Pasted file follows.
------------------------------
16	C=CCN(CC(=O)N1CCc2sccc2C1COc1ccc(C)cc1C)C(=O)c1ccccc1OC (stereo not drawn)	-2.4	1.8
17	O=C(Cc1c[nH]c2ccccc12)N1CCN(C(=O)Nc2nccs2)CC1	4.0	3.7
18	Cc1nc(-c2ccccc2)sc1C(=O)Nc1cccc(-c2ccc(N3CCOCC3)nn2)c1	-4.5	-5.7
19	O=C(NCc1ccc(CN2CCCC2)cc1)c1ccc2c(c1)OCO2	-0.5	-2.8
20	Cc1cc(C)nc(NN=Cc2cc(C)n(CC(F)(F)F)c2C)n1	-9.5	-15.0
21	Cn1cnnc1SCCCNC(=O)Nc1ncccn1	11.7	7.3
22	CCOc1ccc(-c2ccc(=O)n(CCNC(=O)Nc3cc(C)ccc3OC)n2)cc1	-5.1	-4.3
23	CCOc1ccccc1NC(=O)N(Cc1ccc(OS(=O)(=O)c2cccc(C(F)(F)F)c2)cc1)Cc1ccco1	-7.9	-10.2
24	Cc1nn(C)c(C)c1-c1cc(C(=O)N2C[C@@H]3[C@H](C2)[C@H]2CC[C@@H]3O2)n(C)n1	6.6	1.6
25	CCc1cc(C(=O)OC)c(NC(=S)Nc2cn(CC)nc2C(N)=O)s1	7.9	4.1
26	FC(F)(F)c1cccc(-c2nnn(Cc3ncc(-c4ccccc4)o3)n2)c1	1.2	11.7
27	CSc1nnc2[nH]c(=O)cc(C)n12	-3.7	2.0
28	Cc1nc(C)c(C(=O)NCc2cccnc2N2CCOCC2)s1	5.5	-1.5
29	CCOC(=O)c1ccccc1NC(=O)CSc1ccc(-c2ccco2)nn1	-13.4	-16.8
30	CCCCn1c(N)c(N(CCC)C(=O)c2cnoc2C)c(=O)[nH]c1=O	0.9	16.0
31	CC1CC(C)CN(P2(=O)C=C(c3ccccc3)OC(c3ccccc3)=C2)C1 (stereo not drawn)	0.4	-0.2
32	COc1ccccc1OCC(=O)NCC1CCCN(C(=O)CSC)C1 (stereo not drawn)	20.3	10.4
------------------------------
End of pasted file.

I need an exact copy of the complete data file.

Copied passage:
16	C=CCN(CC(=O)N1CCc2sccc2C1COc1ccc(C)cc1C)C(=O)c1ccccc1OC (stereo not drawn)	-2.4	1.8
17	O=C(Cc1c[nH]c2ccccc12)N1CCN(C(=O)Nc2nccs2)CC1	4.0	3.7
18	Cc1nc(-c2ccccc2)sc1C(=O)Nc1cccc(-c2ccc(N3CCOCC3)nn2)c1	-4.5	-5.7
19	O=C(NCc1ccc(CN2CCCC2)cc1)c1ccc2c(c1)OCO2	-0.5	-2.8
20	Cc1cc(C)nc(NN=Cc2cc(C)n(CC(F)(F)F)c2C)n1	-9.5	-15.0
21	Cn1cnnc1SCCCNC(=O)Nc1ncccn1	11.7	7.3
22	CCOc1ccc(-c2ccc(=O)n(CCNC(=O)Nc3cc(C)ccc3OC)n2)cc1	-5.1	-4.3
23	CCOc1ccccc1NC(=O)N(Cc1ccc(OS(=O)(=O)c2cccc(C(F)(F)F)c2)cc1)Cc1ccco1	-7.9	-10.2
24	Cc1nn(C)c(C)c1-c1cc(C(=O)N2C[C@@H]3[C@H](C2)[C@H]2CC[C@@H]3O2)n(C)n1	6.6	1.6
25	CCc1cc(C(=O)OC)c(NC(=S)Nc2cn(CC)nc2C(N)=O)s1	7.9	4.1
26	FC(F)(F)c1cccc(-c2nnn(Cc3ncc(-c4ccccc4)o3)n2)c1	1.2	11.7
27	CSc1nnc2[nH]c(=O)cc(C)n12	-3.7	2.0
28	Cc1nc(C)c(C(=O)NCc2cccnc2N2CCOCC2)s1	5.5	-1.5
29	CCOC(=O)c1ccccc1NC(=O)CSc1ccc(-c2ccco2)nn1	-13.4	-16.8
30	CCCCn1c(N)c(N(CCC)C(=O)c2cnoc2C)c(=O)[nH]c1=O	0.9	16.0
31	CC1CC(C)CN(P2(=O)C=C(c3ccccc3)OC(c3ccccc3)=C2)C1 (stereo not drawn)	0.4	-0.2
32	COc1ccccc1OCC(=O)NCC1CCCN(C(=O)CSC)C1 (stereo not drawn)	20.3	10.4